The implementation, unlike other Smalltalk environments, uses text files for program input and interprets the contents as Smalltalk code. In this way, GNU Smalltalk acts more like an interpreter rather than an environment in the traditional Smalltalk manner.
Iterating over enumerations and arrays using blocks:
A method such as inject:into: can accept both a parameter and a block. It iterates over each member of a list, performing some function on while retaining an aggregate. This is analogous to the foldl function in functional programming languages. For example:
On the first pass, the block receives 10 (the argument to inject) as sum, and 1 (the first element of the array) as element, This returns 11. 11 then becomes sum on the next pass, which is added to 3 to get 14. 14 is then added to 5, to finally return 19.
Blocks work with many built-in methods:
Using an enumeration and a block to square the numbers 1 to 10:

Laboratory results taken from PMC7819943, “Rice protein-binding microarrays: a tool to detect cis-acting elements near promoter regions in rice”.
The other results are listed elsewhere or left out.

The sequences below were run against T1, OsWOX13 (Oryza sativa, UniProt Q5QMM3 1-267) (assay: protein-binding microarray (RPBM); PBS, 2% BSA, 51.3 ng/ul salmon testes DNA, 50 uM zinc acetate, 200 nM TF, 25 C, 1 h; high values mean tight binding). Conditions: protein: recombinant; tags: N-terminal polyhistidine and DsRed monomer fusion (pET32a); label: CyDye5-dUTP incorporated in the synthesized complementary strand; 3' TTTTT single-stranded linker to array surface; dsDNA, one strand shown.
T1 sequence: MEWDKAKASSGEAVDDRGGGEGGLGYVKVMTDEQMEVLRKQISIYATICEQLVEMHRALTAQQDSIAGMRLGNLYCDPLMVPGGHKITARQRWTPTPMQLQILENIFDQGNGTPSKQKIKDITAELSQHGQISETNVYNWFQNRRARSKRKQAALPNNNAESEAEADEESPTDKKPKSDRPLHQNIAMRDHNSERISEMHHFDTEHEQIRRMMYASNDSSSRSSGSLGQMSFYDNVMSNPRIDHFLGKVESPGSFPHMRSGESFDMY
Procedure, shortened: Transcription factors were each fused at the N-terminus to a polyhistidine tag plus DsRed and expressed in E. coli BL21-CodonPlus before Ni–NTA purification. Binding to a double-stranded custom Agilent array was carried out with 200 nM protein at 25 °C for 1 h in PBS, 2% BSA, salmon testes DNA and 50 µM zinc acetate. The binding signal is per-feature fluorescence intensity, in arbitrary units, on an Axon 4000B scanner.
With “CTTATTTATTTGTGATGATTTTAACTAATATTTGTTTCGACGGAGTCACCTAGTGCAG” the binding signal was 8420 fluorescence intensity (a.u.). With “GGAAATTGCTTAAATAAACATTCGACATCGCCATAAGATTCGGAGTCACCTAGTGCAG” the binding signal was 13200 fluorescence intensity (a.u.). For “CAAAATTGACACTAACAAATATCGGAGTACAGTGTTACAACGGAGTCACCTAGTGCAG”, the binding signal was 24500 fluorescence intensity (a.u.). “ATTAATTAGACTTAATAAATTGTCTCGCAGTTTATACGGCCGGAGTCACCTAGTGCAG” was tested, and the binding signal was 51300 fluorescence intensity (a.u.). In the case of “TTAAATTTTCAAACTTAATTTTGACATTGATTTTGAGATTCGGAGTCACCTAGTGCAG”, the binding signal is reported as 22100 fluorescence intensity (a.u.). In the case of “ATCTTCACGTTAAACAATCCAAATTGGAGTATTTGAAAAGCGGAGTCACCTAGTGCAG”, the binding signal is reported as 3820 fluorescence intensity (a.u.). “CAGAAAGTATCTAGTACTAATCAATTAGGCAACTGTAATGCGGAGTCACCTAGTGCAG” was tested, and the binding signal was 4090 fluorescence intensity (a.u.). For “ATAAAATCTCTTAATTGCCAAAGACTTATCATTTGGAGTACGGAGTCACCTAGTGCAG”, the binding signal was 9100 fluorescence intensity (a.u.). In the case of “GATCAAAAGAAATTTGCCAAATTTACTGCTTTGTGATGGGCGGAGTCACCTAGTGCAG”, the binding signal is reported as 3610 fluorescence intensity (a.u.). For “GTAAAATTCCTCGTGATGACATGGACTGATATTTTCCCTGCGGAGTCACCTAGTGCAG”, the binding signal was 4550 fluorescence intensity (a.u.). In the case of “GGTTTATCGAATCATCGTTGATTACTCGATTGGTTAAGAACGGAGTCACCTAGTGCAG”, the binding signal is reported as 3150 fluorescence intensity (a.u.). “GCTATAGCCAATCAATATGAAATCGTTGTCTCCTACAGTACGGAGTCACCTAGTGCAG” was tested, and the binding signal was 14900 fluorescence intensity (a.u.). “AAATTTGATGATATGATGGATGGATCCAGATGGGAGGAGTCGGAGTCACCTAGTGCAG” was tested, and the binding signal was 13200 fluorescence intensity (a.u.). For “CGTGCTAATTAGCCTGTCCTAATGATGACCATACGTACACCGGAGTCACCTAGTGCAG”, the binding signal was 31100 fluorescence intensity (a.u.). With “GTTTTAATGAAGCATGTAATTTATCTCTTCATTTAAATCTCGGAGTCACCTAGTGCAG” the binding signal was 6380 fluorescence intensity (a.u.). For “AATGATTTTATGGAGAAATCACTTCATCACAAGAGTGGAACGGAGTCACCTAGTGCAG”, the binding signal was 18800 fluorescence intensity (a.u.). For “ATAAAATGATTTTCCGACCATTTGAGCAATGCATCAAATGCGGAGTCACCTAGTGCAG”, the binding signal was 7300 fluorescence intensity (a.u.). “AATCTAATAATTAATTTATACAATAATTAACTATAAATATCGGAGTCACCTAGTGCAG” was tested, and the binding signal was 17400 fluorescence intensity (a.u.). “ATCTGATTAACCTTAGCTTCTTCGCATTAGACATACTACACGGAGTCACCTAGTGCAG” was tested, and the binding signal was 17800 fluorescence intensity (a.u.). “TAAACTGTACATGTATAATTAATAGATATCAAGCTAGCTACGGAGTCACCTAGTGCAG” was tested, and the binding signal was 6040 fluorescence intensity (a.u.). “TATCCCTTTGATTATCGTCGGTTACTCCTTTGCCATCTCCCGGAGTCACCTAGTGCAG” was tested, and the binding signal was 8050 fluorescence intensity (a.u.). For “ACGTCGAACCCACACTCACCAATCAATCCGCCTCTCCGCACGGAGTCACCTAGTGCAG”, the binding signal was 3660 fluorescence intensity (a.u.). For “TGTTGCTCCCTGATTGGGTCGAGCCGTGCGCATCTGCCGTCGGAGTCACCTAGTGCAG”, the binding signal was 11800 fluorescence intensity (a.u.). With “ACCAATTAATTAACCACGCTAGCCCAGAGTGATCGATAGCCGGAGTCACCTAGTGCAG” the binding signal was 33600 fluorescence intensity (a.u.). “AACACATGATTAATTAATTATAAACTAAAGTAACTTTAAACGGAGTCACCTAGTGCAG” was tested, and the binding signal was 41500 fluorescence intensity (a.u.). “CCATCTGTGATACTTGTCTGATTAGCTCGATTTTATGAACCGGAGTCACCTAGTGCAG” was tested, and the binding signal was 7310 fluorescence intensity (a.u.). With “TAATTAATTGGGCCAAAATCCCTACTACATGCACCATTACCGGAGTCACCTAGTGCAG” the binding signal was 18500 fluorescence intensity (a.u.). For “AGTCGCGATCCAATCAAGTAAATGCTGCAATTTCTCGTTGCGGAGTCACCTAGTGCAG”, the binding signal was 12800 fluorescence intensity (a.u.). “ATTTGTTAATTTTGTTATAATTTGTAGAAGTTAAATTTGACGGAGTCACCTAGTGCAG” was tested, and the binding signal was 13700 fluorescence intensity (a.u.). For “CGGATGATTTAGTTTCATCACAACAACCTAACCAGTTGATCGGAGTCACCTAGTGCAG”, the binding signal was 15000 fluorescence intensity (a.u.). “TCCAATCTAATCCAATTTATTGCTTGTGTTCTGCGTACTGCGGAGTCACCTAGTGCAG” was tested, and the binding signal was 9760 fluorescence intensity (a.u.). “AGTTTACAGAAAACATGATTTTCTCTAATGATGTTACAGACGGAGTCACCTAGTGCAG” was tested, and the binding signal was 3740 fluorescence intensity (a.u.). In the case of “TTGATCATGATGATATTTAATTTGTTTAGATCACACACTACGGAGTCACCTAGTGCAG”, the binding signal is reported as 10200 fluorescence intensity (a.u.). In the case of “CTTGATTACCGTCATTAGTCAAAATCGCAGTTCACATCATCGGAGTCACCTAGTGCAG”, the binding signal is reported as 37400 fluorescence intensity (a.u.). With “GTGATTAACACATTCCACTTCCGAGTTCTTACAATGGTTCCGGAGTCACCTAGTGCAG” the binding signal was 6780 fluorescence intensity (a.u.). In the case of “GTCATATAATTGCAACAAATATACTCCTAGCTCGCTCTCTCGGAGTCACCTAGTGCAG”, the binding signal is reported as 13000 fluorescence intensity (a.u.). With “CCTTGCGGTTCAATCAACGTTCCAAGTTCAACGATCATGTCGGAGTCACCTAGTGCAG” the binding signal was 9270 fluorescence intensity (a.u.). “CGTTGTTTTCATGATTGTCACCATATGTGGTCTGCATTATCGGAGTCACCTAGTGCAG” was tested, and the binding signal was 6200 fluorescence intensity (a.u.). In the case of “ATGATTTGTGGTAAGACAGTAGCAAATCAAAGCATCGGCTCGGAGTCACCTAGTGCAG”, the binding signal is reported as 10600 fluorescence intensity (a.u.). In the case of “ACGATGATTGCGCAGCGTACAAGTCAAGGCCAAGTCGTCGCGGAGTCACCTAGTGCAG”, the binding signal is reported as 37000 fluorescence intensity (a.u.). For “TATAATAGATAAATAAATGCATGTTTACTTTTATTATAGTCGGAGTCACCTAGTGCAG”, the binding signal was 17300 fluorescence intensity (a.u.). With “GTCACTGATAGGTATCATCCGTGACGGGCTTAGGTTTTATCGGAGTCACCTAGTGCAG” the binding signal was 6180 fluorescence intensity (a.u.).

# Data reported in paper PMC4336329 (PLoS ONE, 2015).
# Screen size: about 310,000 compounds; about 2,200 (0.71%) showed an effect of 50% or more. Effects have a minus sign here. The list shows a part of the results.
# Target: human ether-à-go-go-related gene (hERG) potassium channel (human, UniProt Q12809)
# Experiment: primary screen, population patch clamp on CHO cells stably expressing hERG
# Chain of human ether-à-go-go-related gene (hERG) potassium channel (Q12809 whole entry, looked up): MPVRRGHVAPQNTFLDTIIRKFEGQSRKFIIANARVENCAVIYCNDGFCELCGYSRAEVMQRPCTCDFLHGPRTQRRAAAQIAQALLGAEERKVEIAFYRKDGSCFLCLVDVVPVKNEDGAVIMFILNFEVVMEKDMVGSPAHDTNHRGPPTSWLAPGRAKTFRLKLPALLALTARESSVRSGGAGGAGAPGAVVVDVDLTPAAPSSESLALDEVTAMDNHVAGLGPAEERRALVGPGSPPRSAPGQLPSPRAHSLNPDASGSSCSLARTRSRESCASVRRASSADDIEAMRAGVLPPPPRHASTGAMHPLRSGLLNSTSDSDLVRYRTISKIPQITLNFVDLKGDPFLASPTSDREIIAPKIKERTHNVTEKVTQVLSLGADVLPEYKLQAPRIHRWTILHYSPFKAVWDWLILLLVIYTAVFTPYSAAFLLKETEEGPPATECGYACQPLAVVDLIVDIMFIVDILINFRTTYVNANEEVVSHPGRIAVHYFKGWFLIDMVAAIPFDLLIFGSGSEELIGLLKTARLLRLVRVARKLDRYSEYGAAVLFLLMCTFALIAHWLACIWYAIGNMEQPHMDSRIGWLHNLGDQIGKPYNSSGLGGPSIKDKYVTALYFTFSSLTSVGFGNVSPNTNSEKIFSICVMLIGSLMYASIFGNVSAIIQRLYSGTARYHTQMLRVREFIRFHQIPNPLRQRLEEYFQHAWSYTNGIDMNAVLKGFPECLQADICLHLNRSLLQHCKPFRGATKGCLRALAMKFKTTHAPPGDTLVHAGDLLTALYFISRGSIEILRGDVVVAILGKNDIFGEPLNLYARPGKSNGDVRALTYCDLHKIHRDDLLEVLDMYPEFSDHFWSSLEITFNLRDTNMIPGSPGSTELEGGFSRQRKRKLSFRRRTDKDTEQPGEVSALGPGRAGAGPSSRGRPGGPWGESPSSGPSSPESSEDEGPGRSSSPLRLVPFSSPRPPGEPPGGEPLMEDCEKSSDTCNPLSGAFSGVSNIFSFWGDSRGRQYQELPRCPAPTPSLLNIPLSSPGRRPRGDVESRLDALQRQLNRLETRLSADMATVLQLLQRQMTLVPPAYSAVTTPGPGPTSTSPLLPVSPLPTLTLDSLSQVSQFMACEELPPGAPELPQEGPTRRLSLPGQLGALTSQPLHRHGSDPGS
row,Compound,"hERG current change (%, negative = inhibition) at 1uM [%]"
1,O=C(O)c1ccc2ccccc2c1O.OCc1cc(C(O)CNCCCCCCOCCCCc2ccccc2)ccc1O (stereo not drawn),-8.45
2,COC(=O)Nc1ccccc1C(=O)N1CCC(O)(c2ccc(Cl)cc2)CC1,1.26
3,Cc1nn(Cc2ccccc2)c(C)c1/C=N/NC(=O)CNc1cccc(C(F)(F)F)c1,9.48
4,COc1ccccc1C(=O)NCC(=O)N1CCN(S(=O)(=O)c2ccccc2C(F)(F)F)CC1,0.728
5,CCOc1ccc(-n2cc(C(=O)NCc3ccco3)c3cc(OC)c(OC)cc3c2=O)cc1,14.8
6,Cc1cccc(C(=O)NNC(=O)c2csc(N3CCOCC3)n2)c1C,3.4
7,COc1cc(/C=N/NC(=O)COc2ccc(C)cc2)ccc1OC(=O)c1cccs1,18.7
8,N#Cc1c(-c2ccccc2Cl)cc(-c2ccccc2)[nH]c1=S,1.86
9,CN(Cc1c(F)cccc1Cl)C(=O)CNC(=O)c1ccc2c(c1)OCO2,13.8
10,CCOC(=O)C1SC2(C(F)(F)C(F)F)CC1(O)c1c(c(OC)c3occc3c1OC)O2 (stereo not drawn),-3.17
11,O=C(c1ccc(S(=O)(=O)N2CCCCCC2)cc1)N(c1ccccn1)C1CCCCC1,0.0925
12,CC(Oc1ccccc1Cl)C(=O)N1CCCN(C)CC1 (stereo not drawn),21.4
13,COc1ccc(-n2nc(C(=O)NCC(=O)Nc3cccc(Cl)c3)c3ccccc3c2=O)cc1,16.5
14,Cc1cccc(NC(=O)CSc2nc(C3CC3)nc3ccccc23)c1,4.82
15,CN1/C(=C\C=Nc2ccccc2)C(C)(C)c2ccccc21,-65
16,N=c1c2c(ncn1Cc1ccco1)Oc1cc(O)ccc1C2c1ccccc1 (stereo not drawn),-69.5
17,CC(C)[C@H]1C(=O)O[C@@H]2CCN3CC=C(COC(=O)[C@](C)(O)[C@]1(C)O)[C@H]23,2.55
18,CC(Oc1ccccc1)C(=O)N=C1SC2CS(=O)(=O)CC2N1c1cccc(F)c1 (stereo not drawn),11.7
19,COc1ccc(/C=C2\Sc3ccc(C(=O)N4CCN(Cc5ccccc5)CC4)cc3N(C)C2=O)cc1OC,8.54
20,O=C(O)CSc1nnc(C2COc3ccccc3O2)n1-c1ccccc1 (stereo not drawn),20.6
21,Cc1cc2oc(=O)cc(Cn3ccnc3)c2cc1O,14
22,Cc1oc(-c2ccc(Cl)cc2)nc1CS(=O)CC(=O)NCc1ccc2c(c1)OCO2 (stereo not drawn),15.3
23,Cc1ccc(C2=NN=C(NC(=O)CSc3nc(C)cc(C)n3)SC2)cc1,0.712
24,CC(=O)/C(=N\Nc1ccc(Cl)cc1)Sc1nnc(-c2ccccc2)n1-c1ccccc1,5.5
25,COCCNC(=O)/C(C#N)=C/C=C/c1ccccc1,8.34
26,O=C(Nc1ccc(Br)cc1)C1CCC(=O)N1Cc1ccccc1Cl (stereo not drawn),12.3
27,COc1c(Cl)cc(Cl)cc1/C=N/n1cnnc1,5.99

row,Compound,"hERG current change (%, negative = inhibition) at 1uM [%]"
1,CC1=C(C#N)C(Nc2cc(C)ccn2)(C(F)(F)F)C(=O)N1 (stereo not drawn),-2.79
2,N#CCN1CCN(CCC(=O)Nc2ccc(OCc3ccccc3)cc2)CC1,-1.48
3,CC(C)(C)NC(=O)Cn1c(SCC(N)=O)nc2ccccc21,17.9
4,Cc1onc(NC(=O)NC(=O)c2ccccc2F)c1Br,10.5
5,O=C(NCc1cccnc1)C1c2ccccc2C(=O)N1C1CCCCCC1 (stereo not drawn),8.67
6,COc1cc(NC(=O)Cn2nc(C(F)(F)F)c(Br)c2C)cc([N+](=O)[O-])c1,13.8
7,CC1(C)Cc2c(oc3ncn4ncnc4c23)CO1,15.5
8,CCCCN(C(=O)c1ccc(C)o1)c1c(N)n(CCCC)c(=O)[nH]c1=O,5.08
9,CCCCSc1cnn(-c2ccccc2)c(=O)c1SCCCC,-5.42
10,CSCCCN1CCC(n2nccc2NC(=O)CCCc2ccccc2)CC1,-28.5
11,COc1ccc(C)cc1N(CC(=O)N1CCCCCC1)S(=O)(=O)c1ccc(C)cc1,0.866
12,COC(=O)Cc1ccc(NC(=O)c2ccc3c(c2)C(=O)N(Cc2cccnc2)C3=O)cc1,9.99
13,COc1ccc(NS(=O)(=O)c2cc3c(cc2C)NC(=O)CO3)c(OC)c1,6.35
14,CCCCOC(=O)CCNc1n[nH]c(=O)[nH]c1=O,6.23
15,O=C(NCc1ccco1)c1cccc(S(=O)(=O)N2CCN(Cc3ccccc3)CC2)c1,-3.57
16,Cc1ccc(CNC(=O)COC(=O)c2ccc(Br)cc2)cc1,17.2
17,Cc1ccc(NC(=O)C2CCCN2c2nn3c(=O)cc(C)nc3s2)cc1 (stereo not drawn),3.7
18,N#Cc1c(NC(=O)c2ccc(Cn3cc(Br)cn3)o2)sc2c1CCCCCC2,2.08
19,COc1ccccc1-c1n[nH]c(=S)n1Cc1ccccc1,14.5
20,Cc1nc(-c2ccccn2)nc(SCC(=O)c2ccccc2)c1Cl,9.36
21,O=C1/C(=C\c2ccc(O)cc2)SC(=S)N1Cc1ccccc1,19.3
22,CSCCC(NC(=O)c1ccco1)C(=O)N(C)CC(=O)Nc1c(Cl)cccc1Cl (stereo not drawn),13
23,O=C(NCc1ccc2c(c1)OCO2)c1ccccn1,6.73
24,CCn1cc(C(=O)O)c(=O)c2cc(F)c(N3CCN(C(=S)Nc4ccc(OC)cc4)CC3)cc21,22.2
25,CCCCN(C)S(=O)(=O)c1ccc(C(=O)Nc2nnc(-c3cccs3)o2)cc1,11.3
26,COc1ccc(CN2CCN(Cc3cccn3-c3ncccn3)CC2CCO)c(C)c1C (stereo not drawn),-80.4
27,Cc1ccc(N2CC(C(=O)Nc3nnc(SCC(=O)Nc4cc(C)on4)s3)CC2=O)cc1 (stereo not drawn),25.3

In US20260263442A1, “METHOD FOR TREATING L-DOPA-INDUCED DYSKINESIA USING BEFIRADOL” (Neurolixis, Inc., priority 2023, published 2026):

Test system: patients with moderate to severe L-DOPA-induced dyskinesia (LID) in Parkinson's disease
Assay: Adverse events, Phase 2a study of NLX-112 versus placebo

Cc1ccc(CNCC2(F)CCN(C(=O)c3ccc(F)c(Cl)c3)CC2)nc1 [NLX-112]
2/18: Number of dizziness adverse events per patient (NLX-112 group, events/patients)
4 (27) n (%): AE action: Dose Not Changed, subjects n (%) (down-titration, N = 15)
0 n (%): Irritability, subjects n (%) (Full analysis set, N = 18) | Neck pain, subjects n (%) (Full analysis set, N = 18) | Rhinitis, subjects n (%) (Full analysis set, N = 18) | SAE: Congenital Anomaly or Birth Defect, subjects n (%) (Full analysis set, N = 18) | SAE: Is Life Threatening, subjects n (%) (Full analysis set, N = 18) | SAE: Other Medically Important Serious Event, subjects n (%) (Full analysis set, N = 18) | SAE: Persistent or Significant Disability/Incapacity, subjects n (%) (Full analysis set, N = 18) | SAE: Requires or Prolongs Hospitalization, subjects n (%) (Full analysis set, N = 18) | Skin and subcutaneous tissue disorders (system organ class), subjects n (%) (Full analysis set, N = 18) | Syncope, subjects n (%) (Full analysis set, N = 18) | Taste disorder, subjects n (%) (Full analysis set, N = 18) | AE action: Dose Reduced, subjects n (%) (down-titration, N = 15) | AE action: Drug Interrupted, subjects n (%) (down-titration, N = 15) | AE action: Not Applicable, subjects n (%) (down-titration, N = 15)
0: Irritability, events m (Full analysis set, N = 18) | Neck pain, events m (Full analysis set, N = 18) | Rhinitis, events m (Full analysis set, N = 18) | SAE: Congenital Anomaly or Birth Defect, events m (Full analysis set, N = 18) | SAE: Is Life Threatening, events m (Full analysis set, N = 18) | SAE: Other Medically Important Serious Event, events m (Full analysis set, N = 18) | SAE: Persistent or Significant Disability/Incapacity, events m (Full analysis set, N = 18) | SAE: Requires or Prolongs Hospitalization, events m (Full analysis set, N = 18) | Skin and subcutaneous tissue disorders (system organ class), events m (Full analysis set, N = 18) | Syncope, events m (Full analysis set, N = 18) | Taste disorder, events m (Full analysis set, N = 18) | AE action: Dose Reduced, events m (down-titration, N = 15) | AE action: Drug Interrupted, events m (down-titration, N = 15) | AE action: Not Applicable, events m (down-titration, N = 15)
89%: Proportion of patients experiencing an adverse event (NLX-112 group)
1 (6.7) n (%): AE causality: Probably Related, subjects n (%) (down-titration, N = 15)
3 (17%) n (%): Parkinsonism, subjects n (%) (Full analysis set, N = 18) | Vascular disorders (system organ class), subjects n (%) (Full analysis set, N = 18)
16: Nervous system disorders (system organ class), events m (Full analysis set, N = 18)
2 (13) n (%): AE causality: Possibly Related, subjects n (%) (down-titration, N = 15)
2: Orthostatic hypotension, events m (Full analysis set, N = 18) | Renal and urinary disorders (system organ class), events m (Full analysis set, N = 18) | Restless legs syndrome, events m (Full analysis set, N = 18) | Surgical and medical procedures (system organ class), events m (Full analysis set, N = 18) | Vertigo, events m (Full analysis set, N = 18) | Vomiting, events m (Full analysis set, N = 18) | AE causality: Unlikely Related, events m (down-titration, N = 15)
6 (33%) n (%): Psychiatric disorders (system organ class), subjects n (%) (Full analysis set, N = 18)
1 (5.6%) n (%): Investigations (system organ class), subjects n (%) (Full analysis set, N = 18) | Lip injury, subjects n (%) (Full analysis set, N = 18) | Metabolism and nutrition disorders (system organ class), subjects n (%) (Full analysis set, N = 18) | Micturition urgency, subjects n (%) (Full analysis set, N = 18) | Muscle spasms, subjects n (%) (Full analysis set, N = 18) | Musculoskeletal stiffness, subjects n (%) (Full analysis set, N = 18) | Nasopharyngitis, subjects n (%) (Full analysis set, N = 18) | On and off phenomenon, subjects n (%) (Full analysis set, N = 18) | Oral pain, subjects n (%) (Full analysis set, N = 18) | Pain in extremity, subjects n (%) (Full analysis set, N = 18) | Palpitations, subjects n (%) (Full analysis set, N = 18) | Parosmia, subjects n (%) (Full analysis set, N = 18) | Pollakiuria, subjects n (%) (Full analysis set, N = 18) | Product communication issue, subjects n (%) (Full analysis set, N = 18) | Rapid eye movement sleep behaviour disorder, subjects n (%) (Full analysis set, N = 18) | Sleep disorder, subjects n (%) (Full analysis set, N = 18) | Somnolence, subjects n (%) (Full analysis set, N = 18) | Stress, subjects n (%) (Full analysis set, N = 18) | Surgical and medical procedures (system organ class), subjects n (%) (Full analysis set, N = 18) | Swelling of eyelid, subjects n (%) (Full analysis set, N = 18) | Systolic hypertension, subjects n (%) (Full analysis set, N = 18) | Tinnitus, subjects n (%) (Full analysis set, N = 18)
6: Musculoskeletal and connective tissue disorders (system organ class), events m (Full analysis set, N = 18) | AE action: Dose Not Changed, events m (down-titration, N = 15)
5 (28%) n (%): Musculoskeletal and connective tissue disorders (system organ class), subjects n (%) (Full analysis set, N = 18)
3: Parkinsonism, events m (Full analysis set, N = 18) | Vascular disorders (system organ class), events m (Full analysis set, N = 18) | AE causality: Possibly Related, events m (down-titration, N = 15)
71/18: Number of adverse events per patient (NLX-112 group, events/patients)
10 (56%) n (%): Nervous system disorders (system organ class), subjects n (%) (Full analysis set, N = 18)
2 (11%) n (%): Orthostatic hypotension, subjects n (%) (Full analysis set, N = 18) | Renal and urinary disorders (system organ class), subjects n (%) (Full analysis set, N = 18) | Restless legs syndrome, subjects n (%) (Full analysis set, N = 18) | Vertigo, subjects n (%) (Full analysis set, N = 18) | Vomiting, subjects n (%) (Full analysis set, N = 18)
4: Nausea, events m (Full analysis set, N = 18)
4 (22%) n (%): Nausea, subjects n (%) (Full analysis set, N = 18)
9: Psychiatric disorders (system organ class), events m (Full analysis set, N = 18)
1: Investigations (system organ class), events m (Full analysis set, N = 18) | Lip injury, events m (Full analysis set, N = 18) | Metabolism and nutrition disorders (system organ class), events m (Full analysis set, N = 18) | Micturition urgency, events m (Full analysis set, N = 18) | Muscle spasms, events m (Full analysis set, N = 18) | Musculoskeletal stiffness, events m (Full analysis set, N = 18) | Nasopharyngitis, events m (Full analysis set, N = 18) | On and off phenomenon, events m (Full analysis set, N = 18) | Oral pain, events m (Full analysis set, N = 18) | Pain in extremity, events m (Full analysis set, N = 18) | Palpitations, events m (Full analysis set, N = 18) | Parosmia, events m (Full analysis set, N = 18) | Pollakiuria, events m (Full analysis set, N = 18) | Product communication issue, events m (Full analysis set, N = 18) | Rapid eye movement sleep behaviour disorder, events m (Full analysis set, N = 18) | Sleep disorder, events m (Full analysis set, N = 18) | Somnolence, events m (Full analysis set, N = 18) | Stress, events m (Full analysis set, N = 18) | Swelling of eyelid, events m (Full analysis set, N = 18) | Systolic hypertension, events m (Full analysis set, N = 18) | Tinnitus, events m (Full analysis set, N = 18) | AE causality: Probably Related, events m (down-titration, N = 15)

The following code defines a class named Person. By deriving from Magnitude, it automatically defines all comparison methods except one (<). With the addition of that one, asSortedCollection can sort by age. Note that we can override the way the object is printed/displayed (the default is to share the programmer-print and user-display representation) by overriding printOn:.
The above prints three names in reverse age order:
An exception is raised with a halt call:
An optional message can be added to the exception; there's also error: which raises a different kind of exception:
These are actually wrappers for the actual exception raising method, signal>:
Exceptions are handled by on:do: blocks.
Of course you can catch only particular exceptions (and their subclasses):
It is possible to use the exception object, which is made available to the handler clause, to exit or resume the first block: